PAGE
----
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Elise Voorhis


Elise at COP21

Program: United Nations Framework Convention on Climate Change
Fall 2015
Award Recipient:
SIS Travel Grant




This year I was lucky enough to be one of the thirty-two thousand people to participate in the 21st Conference of the Parties (COP) of the United Nations Framework Convention on Climate Change. This conference, in particular, became a pivotal moment in the history of climate action due to the combined efforts of 185 Heads of State committing to policy reform on climate change. The resulting “Paris Agreement” highlighted this hybrid bottom-up/top-down approach to global climate policy by using more definitive language than its predecessors, the Kyoto Protocol and Copenhagen Accord. The key to all of this was the Intended Nationally Determined Contributions that both developed and developing countries established before the start of the conference. These individual commitments, while not legally binding, are furthering global action on climate change more than any other process so far. At the moment, the conference is being touted as either a success or a failure depending on which media source you pick. Yet, I would claim that it is both. It is a success because countries are finally working together to address climate change with concrete commitments to reduce greenhouse gas emissions. But it is also a failure because the current global commitments do not add up to a target below 2 degrees Celsius. As an environmentalist, it is hard to stay optimistic about the science, as the planet will continue to warm beyond safe levels. As a foreign affairs academic, I am thrilled that countries are cooperating bilaterally and multilaterally to achieve a common goal of saving the planet. I have hopes that these commitments could blossom into something that is neither too little nor too late, but I am realistic enough to know that the global community still has a long, hard road ahead of them to mitigate and adapt to many of the changes climate change will have on the planet.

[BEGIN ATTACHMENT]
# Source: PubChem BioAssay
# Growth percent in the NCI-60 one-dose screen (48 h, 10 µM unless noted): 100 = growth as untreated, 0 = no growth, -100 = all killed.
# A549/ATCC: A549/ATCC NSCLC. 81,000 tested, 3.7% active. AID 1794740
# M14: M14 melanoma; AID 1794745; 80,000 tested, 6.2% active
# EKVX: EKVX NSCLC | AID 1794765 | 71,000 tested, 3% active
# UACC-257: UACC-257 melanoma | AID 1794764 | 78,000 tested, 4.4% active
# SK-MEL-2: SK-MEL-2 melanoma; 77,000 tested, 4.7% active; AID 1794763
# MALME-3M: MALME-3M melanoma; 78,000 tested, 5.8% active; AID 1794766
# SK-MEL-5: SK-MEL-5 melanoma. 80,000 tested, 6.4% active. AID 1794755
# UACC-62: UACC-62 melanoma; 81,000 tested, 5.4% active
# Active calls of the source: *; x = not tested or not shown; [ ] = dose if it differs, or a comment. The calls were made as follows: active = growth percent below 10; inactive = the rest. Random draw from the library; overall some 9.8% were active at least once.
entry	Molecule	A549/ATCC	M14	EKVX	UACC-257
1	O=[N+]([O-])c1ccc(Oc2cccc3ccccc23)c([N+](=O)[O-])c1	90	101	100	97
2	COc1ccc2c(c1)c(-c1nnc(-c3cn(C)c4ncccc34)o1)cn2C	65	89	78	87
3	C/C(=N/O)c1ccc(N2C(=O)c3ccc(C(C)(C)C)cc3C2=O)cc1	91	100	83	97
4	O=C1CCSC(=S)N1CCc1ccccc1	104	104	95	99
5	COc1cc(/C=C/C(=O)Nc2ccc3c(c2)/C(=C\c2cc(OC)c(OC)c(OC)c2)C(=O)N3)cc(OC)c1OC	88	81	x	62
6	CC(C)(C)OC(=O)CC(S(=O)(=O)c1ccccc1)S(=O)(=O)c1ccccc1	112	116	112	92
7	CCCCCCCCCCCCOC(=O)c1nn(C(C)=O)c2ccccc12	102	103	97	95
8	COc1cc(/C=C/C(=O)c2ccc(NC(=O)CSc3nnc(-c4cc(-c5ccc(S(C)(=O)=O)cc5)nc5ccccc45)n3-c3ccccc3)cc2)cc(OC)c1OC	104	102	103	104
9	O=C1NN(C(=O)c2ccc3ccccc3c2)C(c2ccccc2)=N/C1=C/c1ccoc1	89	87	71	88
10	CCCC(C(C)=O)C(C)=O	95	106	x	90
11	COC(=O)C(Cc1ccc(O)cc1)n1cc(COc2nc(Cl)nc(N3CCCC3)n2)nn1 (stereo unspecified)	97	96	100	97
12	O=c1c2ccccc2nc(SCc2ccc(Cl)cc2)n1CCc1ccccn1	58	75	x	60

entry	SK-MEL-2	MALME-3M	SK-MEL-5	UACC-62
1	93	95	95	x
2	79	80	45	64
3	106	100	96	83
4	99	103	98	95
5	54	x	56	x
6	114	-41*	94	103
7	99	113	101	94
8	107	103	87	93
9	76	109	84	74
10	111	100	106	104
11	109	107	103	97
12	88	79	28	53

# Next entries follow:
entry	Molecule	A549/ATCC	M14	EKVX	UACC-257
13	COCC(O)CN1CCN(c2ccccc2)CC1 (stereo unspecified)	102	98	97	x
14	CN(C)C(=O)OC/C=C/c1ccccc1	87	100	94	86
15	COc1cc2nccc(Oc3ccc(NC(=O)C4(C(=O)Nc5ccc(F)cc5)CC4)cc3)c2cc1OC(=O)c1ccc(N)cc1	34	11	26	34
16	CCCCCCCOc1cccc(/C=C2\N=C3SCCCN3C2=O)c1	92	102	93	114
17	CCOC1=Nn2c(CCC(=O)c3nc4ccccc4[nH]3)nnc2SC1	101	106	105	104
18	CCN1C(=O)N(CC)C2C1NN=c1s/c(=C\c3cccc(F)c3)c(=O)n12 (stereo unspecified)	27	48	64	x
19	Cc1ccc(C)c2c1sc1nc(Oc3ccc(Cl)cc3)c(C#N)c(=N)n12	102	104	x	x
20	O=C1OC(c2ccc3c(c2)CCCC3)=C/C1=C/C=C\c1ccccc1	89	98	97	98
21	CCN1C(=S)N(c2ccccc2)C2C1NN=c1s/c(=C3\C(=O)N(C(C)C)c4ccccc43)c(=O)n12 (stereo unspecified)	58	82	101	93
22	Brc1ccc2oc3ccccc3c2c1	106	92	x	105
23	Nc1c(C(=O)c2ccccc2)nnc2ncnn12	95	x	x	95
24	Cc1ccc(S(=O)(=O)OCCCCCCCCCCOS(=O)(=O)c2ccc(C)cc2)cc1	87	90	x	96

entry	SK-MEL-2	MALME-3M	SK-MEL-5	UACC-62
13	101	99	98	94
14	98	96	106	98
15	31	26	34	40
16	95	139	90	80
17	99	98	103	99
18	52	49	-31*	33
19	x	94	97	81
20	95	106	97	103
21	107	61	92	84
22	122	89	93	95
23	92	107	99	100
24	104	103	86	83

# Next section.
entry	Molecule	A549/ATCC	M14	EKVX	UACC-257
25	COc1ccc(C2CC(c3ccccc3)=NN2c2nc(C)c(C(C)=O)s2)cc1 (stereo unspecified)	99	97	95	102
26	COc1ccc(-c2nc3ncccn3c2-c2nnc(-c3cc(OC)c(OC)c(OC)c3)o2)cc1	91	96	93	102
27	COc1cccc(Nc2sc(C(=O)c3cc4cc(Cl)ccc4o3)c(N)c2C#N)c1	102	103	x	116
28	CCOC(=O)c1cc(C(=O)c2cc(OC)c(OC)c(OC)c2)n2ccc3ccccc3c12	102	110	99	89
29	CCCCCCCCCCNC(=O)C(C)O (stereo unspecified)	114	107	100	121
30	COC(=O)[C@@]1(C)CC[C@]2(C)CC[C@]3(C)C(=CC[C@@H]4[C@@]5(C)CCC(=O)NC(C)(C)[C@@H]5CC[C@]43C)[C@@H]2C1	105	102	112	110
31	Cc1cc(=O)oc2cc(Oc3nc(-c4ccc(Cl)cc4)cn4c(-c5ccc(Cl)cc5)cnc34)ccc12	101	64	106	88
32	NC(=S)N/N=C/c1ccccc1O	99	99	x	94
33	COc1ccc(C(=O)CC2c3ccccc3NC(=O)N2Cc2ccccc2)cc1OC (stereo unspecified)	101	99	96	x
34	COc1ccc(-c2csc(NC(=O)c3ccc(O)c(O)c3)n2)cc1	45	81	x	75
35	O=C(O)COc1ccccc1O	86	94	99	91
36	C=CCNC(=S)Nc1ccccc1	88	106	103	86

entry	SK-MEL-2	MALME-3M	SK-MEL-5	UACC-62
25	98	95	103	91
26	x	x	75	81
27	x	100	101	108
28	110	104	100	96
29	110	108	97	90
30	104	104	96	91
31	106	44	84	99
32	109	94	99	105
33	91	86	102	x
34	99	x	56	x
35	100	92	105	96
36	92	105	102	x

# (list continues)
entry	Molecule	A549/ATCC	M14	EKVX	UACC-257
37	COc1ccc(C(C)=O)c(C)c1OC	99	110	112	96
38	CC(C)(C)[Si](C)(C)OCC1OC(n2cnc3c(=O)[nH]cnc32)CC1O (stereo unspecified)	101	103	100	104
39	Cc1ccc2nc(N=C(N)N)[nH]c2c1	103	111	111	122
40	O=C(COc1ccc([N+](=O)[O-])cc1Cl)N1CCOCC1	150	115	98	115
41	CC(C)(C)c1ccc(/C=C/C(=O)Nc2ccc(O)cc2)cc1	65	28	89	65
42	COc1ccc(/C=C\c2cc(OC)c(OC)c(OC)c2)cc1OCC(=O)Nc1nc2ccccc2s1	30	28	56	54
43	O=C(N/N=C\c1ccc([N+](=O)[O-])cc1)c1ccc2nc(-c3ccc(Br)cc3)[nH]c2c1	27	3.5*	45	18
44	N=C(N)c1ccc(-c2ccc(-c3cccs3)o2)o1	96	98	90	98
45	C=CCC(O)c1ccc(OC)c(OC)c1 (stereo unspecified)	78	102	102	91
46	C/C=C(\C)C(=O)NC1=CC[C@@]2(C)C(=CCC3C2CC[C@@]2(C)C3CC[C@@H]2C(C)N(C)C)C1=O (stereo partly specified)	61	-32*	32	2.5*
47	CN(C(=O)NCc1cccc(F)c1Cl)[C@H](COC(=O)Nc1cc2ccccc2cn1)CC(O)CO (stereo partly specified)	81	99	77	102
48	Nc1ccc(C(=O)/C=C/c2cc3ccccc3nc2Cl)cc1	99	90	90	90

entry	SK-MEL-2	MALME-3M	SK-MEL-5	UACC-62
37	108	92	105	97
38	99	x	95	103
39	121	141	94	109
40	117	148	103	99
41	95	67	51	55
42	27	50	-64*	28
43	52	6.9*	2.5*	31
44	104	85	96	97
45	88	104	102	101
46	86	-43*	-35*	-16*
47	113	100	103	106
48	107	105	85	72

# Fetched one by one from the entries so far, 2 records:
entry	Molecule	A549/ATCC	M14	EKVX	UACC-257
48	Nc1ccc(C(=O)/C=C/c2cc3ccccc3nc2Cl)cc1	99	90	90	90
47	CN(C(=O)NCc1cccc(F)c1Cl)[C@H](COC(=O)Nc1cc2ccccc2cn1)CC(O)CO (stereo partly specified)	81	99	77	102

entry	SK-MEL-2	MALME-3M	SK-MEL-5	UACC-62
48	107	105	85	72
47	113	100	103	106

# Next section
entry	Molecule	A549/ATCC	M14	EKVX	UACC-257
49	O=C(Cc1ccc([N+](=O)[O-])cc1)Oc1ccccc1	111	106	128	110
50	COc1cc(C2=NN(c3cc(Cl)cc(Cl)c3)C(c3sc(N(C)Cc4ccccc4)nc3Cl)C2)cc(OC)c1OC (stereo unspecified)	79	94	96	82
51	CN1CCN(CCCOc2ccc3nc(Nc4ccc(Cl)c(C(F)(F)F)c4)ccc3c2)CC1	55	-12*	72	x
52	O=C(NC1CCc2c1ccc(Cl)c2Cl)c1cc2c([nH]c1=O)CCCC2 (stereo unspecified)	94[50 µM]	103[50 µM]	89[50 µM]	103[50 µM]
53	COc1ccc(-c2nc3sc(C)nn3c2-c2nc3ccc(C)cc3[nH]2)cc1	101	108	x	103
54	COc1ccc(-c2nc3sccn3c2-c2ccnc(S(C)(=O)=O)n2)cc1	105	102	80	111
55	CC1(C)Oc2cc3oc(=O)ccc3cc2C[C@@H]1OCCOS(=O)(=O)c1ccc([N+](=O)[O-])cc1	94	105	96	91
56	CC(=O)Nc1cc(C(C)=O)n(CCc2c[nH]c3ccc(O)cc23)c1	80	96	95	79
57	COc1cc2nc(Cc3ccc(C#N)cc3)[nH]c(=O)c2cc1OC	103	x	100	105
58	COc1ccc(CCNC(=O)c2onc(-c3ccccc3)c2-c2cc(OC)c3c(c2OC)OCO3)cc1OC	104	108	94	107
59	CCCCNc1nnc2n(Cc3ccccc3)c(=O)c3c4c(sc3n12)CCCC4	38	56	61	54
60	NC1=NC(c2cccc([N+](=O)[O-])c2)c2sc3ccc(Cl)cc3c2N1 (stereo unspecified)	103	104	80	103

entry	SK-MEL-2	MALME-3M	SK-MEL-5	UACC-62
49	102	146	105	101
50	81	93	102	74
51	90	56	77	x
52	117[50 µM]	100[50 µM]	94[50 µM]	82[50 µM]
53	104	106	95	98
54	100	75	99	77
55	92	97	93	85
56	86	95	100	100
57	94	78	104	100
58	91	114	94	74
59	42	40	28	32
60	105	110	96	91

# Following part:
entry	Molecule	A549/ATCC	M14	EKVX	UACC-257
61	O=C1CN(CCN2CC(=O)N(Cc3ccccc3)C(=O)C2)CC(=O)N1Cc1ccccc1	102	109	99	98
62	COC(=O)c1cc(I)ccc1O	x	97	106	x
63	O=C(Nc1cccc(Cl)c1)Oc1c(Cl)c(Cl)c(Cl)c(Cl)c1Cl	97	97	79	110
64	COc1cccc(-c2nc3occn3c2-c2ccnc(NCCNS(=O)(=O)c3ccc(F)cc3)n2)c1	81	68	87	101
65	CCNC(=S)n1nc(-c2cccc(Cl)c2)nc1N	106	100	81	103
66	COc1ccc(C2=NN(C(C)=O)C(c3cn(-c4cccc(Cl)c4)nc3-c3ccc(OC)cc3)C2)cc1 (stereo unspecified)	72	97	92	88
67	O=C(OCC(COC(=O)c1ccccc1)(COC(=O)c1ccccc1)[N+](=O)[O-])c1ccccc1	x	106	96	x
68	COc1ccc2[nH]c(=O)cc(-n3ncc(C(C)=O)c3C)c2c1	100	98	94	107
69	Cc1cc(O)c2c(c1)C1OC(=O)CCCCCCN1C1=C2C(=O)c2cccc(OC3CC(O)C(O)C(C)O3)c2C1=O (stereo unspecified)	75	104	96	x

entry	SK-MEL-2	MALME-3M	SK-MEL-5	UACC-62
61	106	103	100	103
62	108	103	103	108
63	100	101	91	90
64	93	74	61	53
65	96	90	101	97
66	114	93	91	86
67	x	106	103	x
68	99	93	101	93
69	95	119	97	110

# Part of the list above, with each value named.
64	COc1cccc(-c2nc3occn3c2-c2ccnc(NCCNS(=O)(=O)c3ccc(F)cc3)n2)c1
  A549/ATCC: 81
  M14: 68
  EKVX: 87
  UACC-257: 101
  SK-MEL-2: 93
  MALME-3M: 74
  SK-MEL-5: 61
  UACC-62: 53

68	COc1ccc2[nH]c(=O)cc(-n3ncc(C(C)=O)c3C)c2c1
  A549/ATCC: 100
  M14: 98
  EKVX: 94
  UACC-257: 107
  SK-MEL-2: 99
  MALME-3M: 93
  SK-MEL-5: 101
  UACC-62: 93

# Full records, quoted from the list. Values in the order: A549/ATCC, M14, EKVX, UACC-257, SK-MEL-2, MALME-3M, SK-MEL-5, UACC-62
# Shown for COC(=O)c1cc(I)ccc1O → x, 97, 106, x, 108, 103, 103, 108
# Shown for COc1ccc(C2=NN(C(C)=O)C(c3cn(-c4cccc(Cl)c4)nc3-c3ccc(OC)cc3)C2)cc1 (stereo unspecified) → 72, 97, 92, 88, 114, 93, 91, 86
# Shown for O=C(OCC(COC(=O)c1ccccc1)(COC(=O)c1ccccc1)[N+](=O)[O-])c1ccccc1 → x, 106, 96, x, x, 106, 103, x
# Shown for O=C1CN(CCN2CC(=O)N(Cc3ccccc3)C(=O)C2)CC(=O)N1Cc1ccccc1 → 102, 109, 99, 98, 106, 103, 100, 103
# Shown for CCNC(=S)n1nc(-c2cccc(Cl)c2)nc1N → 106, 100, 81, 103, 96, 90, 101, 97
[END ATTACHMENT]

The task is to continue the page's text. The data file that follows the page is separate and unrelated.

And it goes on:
The next COP will be in Marrakesh, Morocco, where countries will report on the actions taken to implement this year’s commitments. I hope to be able to participate next year as well. COP21 was an eye-opening experience and a perfect blend of environmentalism and international relations. As an observer, I was able to go to various meetings and panels on a variety of topics, but I focused particularly on fossil fuel divestment and renewable energy development. I was able to meet people of different nationalities and organizations. I had a long conversation with the diplomat from Burkina Faso, I spoke with EPA Administrator Gina McCarthy, and I held informational interviews with representatives from the International Energy Agency, the United Nations Industrial Development Organization, and the International Renewable Energy Agency. I saw former Vice President Al Gore speak and I reconnected with my former colleagues from the White House Council on Environmental Quality. In the end, COP21 was like a giant job fair for environmentalists and it was exhilarating.

      This experience was definitely the highlight of my graduate career. This has only furthered my passion in energy and climate change issues and I hope to work for one of the many organizations I met at the conference. I bring back with me to American University firsthand experience at one of the greatest gatherings of people from across the globe. I am so thankful for this experience and I hope to use it to its fullest potential in the coming years.